Well it's inevitable as the boating season gets underway, you will hear about some incidents of boat ramp adventures.
Here's an article previously published but still timely about getting that boat in the water safely.
By Michael Vatalaro
Published in the Spring Edition of Boat USA Trailering
It's as simple as 1, 2, 3, 4. But there's a knack and an order to getting it right.
1. Set The Stage
Before you even think about backing down the ramp, take 10 minutes in the staging area to load all the gear into the boat, attach lines to the bow and stern cleats, check that the plug is in, remove the rear tie-downs, put the key in the ignition, and unplug the trailer lights.
If you have surge brakes, unplugging the trailer lights will also de-power the circuit that prevents your trailer brakes from locking up when you reverse. You'll need to use the manual brake lockout to prevent this. Also, if you know the ramp well, you can lower the motor or outdrive now, if you're sure it won't hit bottom.
2. Back It Up
Back down the ramp till the stern of the boat floats. If you can't tell when the stern is floating, have a crew member positioned on the dock beside the ramp signal you when to stop. Put the vehicle in park and engage the parking brake, but leave it running. If you have trouble backing straight, place your driving hand at the bottom of the steering wheel. That way, whichever direction you move your hand, the trailer will turn in that direction.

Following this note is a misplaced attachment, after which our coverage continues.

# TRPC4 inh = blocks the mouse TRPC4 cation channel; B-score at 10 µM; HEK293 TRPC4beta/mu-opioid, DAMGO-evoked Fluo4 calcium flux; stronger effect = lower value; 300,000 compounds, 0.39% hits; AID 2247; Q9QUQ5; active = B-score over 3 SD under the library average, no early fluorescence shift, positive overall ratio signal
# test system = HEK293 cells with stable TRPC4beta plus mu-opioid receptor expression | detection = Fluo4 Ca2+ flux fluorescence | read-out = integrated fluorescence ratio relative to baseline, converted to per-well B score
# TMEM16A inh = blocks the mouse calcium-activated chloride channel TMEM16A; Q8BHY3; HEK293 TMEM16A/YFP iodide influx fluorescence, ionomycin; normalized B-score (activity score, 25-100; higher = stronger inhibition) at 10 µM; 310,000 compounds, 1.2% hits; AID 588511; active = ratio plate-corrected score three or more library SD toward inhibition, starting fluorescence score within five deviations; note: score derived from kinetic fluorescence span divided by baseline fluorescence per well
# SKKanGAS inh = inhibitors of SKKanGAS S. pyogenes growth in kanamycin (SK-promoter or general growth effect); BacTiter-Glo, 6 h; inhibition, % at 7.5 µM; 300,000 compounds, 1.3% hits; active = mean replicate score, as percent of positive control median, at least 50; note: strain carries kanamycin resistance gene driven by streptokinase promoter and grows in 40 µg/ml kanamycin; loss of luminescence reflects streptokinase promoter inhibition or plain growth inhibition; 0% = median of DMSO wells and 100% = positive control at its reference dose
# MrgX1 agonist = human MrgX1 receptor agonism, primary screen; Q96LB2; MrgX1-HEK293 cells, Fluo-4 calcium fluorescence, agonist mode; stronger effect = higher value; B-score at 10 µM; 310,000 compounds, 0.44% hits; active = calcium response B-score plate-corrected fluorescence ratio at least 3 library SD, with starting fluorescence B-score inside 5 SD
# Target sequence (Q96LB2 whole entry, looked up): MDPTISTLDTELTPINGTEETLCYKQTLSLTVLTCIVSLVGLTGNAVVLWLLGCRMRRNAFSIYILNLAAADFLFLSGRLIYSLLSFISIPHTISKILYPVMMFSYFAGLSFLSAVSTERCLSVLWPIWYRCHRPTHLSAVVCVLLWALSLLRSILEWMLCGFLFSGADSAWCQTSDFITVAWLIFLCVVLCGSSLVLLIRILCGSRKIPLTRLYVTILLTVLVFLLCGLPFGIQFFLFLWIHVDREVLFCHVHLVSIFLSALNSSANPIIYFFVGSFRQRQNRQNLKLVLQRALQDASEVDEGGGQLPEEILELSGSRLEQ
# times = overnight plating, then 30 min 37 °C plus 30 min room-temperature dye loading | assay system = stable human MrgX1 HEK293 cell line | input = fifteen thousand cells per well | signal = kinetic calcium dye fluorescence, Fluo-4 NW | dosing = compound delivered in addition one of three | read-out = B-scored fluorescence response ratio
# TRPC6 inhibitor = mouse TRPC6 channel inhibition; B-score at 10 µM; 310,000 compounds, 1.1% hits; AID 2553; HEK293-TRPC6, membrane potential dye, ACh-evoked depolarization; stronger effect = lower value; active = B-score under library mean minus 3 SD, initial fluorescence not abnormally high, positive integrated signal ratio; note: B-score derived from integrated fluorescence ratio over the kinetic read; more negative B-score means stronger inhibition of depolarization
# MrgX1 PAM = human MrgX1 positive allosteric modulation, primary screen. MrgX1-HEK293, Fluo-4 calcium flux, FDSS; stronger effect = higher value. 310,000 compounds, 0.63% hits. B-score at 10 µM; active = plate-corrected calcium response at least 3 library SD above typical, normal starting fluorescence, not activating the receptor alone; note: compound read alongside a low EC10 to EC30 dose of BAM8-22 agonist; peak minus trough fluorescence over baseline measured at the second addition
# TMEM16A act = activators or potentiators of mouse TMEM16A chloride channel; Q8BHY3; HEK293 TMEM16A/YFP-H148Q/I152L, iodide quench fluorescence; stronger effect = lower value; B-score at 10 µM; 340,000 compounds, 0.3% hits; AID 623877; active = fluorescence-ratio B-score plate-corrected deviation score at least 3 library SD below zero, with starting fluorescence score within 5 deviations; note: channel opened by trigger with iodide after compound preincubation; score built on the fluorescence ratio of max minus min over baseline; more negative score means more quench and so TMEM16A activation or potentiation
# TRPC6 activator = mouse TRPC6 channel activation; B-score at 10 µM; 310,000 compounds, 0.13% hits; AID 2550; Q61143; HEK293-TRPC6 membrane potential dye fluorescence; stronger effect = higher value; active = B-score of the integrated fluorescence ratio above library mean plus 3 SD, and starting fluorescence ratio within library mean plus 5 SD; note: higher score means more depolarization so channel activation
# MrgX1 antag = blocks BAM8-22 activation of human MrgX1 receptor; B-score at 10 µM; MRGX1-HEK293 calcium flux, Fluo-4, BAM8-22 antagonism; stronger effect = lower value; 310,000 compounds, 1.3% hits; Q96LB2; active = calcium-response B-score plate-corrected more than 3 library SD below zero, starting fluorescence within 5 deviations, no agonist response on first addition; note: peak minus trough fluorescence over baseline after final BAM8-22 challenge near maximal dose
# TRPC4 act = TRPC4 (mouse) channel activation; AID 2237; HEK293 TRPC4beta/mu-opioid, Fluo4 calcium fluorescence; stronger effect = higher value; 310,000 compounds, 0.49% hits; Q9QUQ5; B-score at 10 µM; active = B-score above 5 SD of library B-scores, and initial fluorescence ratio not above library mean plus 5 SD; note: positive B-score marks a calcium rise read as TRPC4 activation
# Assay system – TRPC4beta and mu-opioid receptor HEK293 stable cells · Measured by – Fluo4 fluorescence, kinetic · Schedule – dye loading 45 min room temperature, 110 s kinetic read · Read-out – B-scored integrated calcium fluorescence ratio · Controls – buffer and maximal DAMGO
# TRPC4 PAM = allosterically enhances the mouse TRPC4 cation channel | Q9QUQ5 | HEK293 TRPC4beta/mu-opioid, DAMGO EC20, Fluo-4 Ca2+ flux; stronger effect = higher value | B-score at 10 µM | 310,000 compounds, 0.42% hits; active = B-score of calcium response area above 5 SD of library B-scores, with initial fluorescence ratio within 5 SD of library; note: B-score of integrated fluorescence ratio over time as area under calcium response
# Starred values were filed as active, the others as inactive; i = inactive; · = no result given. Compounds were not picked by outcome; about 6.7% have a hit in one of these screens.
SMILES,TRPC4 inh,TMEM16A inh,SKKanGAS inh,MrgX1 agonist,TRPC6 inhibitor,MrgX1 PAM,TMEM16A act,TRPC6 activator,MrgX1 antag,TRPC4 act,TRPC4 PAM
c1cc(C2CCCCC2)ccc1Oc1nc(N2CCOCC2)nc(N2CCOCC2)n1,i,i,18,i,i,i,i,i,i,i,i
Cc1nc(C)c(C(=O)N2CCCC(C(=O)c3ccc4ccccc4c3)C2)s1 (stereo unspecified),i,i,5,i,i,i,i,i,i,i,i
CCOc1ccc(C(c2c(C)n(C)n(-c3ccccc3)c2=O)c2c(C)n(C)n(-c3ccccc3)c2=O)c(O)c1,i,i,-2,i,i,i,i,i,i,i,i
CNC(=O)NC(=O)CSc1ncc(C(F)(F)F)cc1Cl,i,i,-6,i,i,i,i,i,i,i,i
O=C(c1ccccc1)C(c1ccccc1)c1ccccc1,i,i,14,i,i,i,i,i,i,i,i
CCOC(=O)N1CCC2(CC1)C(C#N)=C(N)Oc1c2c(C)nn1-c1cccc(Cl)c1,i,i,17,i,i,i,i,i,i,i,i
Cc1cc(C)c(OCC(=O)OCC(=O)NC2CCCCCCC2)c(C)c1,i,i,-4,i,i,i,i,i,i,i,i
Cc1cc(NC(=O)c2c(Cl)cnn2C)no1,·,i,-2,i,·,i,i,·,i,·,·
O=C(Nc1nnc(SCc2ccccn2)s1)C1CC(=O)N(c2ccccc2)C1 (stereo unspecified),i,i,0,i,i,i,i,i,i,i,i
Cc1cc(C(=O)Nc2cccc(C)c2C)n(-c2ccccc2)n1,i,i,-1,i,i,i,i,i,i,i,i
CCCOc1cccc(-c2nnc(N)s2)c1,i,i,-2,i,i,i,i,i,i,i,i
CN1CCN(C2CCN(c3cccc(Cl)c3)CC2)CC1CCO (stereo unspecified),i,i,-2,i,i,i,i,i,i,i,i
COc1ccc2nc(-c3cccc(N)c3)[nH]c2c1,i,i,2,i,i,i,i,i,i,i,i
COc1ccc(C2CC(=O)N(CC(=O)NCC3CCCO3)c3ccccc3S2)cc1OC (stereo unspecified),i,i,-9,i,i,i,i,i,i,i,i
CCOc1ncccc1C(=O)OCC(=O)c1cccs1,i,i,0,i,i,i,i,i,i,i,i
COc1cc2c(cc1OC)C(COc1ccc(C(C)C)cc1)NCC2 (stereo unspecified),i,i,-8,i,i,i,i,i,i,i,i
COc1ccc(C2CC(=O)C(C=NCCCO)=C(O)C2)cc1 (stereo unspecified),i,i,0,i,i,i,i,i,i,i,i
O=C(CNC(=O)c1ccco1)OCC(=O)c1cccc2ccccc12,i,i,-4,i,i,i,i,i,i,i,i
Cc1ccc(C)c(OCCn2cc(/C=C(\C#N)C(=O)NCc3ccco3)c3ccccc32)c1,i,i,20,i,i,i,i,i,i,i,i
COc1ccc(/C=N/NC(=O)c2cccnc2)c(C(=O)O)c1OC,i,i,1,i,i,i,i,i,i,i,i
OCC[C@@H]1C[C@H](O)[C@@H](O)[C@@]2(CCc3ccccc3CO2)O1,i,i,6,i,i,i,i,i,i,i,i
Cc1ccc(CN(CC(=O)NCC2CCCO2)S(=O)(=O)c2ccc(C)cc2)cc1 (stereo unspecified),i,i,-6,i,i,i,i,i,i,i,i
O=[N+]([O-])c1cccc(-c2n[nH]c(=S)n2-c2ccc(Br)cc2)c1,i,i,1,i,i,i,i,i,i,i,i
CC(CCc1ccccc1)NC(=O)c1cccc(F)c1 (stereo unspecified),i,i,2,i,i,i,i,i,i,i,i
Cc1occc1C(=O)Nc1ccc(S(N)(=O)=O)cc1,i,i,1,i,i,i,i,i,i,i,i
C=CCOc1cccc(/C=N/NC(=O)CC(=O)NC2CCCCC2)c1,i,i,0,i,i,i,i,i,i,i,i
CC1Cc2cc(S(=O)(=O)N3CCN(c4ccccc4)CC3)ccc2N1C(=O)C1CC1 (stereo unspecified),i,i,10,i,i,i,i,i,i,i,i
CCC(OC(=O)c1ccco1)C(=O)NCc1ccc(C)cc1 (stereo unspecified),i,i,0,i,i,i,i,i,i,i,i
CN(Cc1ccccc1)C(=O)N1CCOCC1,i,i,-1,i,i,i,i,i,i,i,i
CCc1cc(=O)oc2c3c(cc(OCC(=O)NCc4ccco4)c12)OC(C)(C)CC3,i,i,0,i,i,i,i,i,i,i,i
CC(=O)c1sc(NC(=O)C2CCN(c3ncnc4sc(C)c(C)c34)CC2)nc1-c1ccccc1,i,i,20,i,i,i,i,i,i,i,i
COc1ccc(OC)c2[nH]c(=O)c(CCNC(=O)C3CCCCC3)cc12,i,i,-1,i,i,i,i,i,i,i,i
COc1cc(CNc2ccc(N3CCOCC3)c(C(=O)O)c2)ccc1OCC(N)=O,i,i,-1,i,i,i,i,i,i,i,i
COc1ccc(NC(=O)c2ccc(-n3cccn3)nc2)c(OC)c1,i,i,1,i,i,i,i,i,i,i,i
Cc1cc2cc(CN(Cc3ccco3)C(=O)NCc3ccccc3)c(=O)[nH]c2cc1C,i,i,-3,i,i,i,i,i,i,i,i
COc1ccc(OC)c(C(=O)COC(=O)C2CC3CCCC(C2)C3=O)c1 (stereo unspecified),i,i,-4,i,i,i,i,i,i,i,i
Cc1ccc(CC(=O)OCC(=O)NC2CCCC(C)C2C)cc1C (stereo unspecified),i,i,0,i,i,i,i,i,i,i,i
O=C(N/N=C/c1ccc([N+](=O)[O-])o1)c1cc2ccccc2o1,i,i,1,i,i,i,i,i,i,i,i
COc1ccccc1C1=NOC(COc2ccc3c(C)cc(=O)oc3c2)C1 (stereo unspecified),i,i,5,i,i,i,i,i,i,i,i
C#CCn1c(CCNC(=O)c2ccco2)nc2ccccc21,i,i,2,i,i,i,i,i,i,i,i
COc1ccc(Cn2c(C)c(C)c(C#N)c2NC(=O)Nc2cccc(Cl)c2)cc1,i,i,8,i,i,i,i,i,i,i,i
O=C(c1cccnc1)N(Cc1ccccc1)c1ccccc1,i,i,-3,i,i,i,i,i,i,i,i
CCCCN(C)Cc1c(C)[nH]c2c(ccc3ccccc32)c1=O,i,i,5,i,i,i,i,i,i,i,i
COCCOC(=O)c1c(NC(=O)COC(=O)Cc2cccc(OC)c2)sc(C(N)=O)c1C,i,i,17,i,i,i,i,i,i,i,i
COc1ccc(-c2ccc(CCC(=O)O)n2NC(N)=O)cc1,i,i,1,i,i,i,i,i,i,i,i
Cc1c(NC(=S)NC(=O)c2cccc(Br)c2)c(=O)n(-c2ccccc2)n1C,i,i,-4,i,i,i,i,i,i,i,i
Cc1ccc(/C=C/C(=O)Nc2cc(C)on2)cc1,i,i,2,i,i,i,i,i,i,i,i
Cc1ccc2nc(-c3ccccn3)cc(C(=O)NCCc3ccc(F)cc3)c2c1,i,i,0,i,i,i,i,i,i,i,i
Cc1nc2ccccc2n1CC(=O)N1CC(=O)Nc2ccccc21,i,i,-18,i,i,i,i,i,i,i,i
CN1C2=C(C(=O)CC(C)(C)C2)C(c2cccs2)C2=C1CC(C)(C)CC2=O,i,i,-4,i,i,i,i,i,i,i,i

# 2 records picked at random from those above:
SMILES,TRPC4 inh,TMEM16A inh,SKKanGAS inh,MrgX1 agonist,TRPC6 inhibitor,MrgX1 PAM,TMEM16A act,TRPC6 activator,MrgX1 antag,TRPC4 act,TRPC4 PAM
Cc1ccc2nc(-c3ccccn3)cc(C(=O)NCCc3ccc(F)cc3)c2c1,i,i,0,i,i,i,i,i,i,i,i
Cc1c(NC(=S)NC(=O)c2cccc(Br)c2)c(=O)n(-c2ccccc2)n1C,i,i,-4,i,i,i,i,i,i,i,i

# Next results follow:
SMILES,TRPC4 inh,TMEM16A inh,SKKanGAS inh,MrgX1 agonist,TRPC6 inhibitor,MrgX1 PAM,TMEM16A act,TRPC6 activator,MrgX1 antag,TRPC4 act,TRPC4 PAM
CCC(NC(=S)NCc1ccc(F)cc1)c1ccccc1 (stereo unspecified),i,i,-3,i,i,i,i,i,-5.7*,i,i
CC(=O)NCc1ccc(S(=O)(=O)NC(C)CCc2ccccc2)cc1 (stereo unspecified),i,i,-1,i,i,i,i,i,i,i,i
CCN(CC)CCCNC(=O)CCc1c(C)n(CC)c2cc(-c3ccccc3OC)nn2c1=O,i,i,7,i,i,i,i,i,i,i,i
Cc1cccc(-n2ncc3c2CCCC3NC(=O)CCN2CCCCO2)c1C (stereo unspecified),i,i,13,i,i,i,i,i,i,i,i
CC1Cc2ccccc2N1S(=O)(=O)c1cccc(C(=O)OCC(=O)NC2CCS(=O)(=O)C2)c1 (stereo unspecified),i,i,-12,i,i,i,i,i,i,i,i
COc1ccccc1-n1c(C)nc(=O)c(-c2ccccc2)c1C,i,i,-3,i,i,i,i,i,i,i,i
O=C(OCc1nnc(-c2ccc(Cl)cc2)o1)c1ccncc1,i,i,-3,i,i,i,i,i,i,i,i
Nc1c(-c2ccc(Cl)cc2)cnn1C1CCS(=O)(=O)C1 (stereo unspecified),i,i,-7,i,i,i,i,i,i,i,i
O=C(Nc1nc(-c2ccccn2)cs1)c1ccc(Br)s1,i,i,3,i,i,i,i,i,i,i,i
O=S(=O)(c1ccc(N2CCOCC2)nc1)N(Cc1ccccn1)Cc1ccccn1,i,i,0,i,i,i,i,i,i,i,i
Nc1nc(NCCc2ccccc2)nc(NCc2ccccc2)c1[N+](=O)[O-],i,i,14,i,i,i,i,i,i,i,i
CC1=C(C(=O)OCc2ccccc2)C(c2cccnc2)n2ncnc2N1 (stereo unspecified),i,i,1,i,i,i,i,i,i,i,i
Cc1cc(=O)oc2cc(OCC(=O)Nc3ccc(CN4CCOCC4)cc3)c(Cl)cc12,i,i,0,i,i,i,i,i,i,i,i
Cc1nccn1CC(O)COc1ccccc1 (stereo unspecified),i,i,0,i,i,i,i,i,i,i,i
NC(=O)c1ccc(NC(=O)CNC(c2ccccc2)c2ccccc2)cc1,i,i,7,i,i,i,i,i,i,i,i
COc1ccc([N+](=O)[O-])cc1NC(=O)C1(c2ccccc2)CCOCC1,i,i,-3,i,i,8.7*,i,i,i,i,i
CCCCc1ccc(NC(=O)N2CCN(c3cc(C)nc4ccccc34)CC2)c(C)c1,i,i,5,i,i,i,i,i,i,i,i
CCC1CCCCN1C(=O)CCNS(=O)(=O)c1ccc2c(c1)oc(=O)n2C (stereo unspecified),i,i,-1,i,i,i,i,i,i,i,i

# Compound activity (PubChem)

3. Unhook The Bow
Depending on how steep the ramp is or how athletic you're feeling, you may be able to scramble along the bumper or step up onto the tongue of the trailer and not get your feet wet. But it's advisable to wear water-friendly shoes or rubber boots so you can wade in to reach the bow eye and winch handle. Many boat ramps are slick with algae during summer months, so don't be surprised if your feet start to slide.
Once you can reach the bow eye and handle, unhook the safety chain, then back the winch off to get enough slack to release the bow strap as well. Pass the line on the bow cleat to a crew-member on the dock, then push the bow of the boat up and off the trailer. If you've backed down far enough, this should be relatively easy, and the boat should float gently off.
4. Nice Going!
Now, Keep It Moving: While you head back to the driver's seat to park the tow vehicle, make sure the crew is walking the boat down to the far end of the dock to free up the ramp for the next boater.